Why Blaming Video Games for Violence is Wrong | NYT Opinion

Why Blaming Video Games for Violence is Wrong | NYT Opinion

Video games are
everywhere nowadays. Invading your living rooms,
storming your phones, even taking the blame
for society’s ills. “These video games
dehumanize individuals.” Like after the recent
wave of shootings when American politicians
shared thoughts, prayers and concerns about video games. “This was a maybe a video
game to this evil demon. He wanted to be
a super soldier for his Call of Duty game.” Even the president urged us
to stop the glorification of violence in our
society, including “the gruesome and
grisly video games that are now commonplace.” Let’s debunk this whole
“video games causes violence” red herring once and for all. I’m Charle Goldberg. I’ve been reporting on
video games for eight years. I’ve been a lifelong
video game player. I have amassed nearly
two million subscribers on my gaming YouTube channel. And, well, I play a
lot of video games. The violent ones, the shooter
ones more specifically. I also love LEGOs. I’m a father. I know I’m just one gamer, but
I’m not a threat to society and neither are the
millions of other people who play video games. Let’s take a look at
the world of evidence. American video game sales per
person are on similar levels to countries like South
Korea, Japan, or Germany. But our rate of violent gun
deaths is 10 to 100 times higher than any of
those countries’. Even within America, there
is zero empirical evidence that video games are
linked to mass shootings. Decades of research from
the American Psychological Association have shown there’s
no link between playing violent video games
and participating in violent crime. This all looks nominal. No link, no evidence. Now, it’s true that some
research shows a relationship between video games
and aggression, but aggression is also linked
to lots of things, including organized sports. Now, maybe you’re thinking,
what about Columbine. Didn’t the two shooters
in that also play the violent video game Doom? And yes, they did, but violent
criminals also watch movies, they read books and
digest the news, real or fake. As one A.P.A. expert put it, “The data
on bananas causing suicide is about as conclusive.” In fact, in 2017
an A.P.A. committee issued a statement
discouraging politicians and journalists from trying
to connect video games and shootings precisely
because they feared the rhetoric would distract
us from addressing issues that we know contribute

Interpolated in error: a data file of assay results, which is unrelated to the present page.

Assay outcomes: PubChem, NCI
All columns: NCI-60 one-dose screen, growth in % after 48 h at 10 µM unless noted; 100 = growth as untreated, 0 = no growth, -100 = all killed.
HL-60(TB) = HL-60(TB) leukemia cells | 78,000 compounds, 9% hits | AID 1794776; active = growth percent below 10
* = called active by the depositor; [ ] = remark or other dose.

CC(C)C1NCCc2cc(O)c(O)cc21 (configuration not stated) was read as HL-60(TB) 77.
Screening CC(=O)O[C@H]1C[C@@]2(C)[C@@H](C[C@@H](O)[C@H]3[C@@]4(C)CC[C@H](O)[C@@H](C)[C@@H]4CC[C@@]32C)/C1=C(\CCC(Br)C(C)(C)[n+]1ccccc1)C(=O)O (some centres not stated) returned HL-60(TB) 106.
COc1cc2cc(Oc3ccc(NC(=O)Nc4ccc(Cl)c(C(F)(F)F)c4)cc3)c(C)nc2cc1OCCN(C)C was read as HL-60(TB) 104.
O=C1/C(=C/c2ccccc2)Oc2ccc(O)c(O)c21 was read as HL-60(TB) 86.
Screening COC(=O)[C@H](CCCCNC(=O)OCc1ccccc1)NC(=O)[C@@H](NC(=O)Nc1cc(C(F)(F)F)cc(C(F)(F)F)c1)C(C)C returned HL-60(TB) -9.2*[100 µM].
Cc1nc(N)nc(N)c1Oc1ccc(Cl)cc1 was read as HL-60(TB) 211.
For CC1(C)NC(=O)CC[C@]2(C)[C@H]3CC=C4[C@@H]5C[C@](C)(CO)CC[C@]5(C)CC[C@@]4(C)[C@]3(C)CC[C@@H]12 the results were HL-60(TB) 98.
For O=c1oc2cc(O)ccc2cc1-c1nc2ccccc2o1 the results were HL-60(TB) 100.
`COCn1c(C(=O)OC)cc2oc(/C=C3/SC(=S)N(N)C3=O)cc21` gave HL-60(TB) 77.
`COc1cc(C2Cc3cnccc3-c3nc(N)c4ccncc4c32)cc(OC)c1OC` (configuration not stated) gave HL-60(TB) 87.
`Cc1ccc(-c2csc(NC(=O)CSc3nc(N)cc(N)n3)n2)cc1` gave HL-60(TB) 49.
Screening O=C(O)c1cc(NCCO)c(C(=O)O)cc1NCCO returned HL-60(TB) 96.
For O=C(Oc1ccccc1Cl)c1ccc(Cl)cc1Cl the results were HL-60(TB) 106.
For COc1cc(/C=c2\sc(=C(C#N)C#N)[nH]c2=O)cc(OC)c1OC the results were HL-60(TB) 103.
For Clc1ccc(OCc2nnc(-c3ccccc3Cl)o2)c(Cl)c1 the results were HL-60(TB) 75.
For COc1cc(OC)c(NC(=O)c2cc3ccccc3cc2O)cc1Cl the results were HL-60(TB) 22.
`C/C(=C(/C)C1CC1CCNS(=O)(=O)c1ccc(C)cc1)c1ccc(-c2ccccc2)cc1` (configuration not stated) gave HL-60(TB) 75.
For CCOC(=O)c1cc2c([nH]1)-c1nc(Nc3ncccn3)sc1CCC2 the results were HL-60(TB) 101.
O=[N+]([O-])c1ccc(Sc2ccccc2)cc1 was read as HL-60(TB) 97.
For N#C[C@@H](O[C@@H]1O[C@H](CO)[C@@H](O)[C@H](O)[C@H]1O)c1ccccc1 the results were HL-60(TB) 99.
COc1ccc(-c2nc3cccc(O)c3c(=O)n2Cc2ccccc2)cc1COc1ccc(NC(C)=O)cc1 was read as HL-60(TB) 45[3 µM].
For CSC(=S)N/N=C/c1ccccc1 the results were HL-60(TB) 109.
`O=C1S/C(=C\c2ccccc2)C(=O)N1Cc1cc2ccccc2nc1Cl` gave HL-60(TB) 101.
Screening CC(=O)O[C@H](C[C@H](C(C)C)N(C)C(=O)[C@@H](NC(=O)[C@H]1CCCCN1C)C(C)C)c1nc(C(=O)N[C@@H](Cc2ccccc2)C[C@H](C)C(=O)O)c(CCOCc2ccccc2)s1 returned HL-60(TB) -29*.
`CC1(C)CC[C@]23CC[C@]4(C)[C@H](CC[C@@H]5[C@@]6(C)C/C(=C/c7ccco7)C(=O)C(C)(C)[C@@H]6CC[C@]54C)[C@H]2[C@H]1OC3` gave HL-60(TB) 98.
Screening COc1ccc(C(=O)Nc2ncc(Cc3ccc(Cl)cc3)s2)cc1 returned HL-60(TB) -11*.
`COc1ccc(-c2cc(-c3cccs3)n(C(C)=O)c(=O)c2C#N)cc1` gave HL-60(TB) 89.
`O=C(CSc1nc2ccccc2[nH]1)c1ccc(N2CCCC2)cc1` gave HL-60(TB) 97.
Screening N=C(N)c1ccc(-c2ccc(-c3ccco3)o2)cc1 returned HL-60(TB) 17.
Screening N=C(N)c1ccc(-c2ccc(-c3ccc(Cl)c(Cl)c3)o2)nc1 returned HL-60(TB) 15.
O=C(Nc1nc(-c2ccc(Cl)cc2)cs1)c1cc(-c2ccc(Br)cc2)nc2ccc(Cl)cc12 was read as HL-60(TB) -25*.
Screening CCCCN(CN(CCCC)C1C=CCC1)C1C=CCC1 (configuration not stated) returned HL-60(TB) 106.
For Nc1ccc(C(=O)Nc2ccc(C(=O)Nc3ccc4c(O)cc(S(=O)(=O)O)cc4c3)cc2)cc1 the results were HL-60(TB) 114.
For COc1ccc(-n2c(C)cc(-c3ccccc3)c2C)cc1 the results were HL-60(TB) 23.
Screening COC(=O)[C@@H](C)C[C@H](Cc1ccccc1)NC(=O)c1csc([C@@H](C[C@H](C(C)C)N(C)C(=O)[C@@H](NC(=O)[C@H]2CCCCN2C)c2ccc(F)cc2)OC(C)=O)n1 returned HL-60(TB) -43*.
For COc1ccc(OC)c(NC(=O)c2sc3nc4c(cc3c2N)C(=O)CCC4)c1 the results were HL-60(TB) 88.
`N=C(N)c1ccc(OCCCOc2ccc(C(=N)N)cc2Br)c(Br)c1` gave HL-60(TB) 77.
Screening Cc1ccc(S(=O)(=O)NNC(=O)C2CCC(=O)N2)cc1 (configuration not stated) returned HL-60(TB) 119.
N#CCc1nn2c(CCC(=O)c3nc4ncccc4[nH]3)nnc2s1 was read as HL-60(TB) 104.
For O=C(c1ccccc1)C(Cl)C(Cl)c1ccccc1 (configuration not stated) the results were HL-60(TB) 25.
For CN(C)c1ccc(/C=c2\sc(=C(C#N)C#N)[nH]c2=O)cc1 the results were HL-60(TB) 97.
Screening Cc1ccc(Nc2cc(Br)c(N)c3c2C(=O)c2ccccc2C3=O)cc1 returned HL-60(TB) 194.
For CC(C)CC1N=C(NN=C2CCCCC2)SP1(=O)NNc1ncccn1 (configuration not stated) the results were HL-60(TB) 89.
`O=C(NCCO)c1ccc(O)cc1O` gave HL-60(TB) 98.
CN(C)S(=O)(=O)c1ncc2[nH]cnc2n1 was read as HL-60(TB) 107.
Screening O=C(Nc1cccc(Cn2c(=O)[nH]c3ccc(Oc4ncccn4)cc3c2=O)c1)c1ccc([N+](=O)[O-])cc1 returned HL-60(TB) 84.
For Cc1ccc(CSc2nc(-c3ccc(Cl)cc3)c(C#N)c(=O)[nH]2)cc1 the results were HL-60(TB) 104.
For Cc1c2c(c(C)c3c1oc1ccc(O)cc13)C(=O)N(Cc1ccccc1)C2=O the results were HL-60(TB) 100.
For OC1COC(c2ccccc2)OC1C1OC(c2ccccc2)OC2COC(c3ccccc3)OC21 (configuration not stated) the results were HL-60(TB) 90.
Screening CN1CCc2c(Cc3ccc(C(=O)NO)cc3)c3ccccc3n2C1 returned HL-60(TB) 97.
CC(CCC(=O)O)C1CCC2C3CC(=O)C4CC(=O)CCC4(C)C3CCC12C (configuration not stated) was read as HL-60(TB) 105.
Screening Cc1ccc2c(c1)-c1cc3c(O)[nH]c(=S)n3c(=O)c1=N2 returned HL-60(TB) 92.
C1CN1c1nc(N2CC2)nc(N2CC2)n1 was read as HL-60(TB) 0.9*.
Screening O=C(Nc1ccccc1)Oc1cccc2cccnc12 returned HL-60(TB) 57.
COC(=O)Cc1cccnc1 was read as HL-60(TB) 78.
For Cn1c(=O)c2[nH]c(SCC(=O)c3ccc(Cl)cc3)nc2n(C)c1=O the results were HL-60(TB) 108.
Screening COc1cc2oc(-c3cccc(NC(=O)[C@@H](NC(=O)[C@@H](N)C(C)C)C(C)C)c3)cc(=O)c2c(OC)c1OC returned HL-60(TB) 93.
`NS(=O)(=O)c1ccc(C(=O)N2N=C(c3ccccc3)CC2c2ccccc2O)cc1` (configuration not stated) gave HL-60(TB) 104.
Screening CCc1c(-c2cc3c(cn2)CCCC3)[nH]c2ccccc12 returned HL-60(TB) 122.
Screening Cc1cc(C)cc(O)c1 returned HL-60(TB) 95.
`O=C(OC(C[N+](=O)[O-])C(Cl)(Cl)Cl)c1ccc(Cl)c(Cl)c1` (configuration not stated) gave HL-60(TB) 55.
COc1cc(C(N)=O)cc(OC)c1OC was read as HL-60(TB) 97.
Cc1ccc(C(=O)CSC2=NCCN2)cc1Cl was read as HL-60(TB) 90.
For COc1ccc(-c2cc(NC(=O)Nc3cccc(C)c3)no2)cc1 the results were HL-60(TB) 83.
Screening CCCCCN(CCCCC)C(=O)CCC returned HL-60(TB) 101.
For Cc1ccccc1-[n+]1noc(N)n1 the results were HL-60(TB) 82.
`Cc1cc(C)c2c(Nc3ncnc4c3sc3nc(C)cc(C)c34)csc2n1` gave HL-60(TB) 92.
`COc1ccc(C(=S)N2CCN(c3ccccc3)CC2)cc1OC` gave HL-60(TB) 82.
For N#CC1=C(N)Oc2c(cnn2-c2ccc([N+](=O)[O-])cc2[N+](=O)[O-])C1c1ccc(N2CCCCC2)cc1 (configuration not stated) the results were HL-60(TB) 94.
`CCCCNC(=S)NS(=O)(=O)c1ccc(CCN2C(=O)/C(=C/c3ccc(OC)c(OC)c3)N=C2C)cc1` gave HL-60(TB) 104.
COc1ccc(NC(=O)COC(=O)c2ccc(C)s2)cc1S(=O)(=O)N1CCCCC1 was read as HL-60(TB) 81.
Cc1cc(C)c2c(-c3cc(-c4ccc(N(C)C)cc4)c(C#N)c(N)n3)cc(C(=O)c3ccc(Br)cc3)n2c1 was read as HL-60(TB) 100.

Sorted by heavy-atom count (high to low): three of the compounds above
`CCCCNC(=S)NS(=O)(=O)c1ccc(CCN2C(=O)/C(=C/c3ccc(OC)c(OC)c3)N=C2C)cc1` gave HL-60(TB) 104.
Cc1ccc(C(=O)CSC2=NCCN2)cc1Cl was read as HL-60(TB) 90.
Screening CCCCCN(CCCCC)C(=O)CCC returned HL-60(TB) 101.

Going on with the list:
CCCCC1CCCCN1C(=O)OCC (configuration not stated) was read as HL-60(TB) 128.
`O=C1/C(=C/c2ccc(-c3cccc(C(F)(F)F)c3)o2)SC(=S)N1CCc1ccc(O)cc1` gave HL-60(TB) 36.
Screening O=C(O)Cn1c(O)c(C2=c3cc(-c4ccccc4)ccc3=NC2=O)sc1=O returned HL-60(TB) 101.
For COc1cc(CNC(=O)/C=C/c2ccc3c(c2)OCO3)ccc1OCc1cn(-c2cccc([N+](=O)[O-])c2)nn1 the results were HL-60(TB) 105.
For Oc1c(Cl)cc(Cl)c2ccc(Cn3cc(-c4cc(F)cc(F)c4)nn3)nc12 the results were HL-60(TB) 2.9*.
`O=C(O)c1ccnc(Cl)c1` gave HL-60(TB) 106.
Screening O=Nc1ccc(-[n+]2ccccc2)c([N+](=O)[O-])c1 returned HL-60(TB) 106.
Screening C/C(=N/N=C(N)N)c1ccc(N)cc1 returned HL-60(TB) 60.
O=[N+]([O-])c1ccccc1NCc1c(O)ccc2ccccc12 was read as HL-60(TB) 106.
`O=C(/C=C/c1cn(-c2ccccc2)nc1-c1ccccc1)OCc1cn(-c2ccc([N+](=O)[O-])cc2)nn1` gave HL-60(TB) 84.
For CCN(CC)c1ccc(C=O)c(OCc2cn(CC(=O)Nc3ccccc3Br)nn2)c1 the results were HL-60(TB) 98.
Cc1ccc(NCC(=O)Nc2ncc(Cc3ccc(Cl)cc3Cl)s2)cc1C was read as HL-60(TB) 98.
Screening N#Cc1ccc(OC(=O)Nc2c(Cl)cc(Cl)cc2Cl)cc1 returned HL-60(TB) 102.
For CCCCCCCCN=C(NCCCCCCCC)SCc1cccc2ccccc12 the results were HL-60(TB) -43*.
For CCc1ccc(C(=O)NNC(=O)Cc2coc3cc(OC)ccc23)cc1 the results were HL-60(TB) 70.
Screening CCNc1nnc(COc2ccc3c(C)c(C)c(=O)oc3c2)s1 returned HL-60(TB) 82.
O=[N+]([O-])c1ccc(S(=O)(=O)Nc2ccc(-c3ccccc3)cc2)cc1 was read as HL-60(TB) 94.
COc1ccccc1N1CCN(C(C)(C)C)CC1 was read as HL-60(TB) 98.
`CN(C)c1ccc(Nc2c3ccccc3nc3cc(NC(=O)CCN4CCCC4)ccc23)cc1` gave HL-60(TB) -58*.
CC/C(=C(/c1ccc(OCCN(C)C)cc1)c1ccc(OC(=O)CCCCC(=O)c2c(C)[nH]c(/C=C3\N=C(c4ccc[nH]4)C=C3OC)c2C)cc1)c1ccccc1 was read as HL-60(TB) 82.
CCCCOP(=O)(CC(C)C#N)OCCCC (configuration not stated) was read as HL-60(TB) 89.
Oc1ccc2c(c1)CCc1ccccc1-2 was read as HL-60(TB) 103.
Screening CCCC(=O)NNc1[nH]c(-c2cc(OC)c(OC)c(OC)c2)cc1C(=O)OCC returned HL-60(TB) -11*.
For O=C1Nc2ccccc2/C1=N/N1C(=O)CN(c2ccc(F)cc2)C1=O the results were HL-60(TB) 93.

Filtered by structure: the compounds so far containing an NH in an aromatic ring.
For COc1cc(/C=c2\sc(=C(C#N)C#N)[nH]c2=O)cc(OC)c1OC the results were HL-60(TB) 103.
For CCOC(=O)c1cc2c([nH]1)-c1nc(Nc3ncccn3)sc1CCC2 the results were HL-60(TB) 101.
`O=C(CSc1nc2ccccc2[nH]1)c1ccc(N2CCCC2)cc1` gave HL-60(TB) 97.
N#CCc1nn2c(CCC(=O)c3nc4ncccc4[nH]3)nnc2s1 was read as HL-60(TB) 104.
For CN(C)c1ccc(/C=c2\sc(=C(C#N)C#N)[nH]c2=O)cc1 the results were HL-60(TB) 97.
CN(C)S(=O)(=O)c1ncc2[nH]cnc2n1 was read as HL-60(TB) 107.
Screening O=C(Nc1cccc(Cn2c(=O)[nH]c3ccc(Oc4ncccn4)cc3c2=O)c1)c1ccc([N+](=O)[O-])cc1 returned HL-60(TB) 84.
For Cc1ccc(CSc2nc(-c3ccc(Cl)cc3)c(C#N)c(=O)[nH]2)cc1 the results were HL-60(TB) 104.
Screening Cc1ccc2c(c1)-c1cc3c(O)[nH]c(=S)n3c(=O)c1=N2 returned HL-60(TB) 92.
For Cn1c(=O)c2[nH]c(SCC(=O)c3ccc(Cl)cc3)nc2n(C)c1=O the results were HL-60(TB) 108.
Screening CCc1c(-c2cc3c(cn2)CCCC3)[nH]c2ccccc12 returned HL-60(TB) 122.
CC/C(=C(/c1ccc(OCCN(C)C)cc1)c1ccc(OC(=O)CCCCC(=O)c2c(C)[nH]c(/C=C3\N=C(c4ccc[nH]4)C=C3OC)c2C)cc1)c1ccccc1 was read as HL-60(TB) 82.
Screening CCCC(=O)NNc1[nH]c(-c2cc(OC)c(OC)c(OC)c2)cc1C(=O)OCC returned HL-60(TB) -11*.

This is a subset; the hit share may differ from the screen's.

to real-world violence. So why, against the objections
of science and ethics, do politicians still insist
on deflecting our attention? Because it’s easy. It works. And it’s time tested. In 1915, the Supreme
Court supported censorship of movies because
they could “cause evil.” Film didn’t become a
form of protected speech until the ’50s, just when politicians
turned their energies to a new scapegoat — comic books. Now fast-forward to the paranoias about heavy metal
in the 1960s, Dungeons and Dragons in the ’80s, hip-hop in the ’90s. “Here we go again.” Solutions are hard and
we like simple answers to complicated questions. And it doesn’t take much
to get disgruntled parents frustrated by their
kids’ screen time and Fortnite addiction to
believe that video games are evil. The fact that politicians are
so removed from video game culture is another reason we should
ignore their deflections. Would you listen
to a book critic who’s never read a book? “Shut your pie hole.” And just like books, video games are actually
an art form protected by the First Amendment. The Supreme Court made
that clear in 2011 when Justice Scalia reminded
us that violence is not novel to gaming. It’s as old as the plots of
Cinderella and Snow White. Gamers don’t really have
an issue deciphering fantasy from the real world. But politicians seem
to have lost themselves in a politically
convenient fiction. Just when we need
them to focus on the crisis of our reality.

100 thoughts on “Why Blaming Video Games for Violence is Wrong | NYT Opinion

  1. So cute.In video game playing around the world,but for sOmE ReAsOn mass shooting's most often happen in USA
    (sorry for my zero seconds of english)

  2. Aggressive – and psychopathic – behaviours are also linked to success in business, finance, and politics. The difference is that the NRA and Wall Street lobby politicians extensively, while the gaming industry hasn't gotten involved in politics yet. And those political donations also feed directly into churches and sermons: 25% of US evangelical said they'd support a morally flawed president in 2014, 65% in 2018 – because of Trump and his Republican donors.

  3. If it's so wrong, how do you explain that countries with no school shooting, like Japan, have also no video game whatsoever? Seriously, have you ever heard of a Japanese video game?

  4. Its not surprising that the New York Times couldnt just voice over the video themselves they dont play video games so they get some super popular person in the community to do it for them as a way to relate to other gamers. Yea-no that doesnt make them "in the know" just because they had commission work done. This is a accurate news topic but when you think about it they are a lot more out of touch than meets the eye. I like levelCaps work and know it by heart; he doesnt speak like that at any degree unless hes reading someone elses script even if hes allowed very little freedom to adapt the script. Hes very honest in his judgement and has spoken about these specific topics before with ease. Its very robotic and unnerving; something only seen and heard by work that isnt his if you compare his youtube videos to this